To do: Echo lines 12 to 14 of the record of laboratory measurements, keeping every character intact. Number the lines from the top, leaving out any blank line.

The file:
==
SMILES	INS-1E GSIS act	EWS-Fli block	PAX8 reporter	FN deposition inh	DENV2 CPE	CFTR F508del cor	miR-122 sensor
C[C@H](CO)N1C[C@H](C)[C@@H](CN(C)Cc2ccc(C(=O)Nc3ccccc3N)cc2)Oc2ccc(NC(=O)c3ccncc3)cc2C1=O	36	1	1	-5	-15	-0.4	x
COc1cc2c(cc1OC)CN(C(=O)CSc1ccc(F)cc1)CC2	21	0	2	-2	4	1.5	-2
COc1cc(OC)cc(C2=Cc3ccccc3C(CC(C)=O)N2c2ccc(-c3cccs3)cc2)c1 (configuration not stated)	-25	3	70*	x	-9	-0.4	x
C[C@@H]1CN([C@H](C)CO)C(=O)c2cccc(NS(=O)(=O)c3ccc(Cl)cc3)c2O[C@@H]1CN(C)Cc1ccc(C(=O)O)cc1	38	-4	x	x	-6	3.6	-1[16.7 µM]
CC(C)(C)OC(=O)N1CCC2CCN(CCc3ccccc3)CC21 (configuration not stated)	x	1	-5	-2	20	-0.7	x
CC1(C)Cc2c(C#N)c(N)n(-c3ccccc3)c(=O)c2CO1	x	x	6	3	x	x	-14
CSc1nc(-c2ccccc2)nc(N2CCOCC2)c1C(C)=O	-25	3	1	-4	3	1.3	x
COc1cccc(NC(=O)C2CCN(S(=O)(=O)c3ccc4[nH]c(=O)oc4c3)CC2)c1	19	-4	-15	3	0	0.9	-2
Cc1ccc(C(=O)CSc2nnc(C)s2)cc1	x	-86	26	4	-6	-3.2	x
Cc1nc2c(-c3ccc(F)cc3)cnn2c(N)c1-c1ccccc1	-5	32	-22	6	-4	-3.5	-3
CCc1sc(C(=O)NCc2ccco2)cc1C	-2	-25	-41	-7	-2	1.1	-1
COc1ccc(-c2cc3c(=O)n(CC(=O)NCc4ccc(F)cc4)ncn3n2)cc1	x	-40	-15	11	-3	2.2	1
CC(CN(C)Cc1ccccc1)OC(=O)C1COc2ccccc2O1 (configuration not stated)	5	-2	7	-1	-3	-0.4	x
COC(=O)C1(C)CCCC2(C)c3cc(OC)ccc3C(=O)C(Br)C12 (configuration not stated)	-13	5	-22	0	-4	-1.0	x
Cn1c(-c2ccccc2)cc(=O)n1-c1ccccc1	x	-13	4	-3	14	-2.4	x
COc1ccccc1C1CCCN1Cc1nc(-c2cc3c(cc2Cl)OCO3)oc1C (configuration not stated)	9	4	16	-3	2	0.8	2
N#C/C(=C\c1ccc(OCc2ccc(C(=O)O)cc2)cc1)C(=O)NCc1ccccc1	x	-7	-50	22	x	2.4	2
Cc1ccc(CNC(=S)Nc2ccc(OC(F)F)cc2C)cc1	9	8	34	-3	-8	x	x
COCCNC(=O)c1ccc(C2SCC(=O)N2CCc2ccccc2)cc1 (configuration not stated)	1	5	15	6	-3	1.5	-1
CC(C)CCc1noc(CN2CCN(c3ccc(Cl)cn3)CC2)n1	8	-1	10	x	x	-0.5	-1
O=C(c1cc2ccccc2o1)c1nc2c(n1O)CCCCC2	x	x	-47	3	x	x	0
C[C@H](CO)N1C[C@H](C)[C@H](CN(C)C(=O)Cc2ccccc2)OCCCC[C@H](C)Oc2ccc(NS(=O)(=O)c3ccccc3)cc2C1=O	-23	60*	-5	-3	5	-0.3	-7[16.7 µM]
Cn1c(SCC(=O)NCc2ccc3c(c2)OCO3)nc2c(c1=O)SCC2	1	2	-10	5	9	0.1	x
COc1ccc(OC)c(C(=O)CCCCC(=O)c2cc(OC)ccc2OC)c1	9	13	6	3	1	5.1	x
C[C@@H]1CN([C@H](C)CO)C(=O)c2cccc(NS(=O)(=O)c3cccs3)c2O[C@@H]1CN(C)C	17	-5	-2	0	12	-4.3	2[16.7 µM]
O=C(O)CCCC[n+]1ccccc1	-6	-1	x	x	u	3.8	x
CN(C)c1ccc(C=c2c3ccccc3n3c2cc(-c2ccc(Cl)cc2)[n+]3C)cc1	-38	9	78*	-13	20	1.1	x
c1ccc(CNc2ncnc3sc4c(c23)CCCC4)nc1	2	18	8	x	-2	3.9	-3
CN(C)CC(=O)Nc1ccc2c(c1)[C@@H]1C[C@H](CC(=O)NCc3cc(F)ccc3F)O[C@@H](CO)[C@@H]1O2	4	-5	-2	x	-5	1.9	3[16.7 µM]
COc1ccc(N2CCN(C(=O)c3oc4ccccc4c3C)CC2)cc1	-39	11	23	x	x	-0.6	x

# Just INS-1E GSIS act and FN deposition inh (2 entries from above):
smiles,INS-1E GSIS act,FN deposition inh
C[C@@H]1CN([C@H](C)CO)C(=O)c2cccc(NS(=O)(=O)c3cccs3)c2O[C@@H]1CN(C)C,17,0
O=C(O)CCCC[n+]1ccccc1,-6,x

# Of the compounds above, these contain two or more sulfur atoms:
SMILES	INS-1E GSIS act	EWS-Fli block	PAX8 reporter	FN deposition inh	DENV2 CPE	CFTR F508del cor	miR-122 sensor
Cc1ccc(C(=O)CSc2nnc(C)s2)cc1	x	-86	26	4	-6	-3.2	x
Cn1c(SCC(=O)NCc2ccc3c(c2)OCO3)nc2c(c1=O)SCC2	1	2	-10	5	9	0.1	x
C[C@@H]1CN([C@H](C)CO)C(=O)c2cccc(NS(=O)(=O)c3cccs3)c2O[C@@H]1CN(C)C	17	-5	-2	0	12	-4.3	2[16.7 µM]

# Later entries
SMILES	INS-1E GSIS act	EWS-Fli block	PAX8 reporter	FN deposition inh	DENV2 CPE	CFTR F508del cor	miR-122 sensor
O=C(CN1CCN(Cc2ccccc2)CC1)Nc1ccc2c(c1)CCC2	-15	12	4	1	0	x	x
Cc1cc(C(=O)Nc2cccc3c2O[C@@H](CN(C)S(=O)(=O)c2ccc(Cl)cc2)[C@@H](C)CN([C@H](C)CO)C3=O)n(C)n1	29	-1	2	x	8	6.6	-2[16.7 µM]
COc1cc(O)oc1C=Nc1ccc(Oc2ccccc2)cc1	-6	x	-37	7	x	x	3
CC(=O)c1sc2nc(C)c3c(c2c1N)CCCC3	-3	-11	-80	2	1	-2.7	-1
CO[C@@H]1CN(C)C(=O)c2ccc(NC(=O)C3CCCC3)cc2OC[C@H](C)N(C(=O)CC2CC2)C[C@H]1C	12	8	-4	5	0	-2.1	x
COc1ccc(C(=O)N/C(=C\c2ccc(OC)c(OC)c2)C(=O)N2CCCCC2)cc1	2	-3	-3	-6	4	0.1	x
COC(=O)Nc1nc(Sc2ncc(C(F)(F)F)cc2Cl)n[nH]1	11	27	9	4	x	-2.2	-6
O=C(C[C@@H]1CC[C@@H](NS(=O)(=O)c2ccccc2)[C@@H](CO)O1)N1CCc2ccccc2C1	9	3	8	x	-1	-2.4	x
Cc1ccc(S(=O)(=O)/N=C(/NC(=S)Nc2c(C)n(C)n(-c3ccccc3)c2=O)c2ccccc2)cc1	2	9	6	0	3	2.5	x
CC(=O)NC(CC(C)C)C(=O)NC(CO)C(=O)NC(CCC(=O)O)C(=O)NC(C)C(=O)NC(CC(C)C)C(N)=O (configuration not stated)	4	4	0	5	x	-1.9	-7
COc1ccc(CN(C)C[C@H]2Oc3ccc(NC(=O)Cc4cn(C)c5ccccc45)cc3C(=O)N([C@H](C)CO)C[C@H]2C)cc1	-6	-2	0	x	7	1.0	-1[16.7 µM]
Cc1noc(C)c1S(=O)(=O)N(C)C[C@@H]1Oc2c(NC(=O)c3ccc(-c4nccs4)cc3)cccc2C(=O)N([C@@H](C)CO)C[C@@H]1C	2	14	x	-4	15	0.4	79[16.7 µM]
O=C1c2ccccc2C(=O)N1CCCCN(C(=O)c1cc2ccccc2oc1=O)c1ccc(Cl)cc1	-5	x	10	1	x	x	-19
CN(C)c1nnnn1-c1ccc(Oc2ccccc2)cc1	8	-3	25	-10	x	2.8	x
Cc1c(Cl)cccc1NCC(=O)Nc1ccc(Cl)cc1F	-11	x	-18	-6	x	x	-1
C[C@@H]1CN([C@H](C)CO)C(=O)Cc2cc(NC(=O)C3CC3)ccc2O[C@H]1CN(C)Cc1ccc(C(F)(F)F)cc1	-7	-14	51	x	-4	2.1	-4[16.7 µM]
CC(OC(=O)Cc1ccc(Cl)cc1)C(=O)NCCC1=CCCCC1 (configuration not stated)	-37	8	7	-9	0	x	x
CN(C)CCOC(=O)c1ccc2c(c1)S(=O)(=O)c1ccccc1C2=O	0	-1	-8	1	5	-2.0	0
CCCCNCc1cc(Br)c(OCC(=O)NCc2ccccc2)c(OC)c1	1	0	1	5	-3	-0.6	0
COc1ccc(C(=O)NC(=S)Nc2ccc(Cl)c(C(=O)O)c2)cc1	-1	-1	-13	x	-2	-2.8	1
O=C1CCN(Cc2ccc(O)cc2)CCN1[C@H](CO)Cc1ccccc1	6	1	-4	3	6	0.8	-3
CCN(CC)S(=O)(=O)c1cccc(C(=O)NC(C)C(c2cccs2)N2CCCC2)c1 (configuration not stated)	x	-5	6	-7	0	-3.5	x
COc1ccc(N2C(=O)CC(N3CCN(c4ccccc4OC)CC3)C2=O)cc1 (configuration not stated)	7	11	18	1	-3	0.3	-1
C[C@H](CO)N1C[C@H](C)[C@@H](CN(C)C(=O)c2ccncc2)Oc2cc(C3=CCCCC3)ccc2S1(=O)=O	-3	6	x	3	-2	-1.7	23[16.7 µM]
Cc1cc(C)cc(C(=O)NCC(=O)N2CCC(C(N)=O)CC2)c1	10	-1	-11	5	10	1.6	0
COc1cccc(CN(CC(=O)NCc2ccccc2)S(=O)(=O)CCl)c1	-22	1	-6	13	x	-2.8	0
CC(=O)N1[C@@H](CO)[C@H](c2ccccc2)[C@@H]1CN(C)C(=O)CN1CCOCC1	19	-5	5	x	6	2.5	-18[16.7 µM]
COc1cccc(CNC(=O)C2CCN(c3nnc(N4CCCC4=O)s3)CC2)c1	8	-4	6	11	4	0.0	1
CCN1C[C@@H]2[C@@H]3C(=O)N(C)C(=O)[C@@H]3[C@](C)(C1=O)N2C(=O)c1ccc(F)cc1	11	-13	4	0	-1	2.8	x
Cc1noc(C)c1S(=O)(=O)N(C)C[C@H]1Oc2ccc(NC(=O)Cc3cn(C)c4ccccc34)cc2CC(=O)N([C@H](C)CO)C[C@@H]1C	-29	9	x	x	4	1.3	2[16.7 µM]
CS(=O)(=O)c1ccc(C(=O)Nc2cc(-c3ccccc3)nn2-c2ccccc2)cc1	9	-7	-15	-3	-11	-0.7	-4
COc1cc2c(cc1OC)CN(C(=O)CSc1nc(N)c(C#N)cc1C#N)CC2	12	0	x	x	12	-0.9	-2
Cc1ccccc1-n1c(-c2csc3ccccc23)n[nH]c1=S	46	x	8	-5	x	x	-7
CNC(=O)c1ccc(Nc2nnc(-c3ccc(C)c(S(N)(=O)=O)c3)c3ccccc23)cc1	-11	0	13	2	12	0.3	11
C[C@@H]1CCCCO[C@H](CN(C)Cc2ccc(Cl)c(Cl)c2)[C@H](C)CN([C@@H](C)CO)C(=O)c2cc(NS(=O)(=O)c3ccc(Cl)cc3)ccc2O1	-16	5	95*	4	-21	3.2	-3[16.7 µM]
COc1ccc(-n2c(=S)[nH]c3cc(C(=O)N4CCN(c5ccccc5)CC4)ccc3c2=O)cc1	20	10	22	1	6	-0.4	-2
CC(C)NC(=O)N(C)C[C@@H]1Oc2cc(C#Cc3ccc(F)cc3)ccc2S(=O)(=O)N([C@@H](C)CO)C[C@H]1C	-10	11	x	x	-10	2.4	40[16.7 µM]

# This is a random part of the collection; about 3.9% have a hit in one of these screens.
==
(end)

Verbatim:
CCc1sc(C(=O)NCc2ccco2)cc1C	-2	-25	-41	-7	-2	1.1	-1
COc1ccc(-c2cc3c(=O)n(CC(=O)NCc4ccc(F)cc4)ncn3n2)cc1	x	-40	-15	11	-3	2.2	1
CC(CN(C)Cc1ccccc1)OC(=O)C1COc2ccccc2O1 (configuration not stated)	5	-2	7	-1	-3	-0.4	x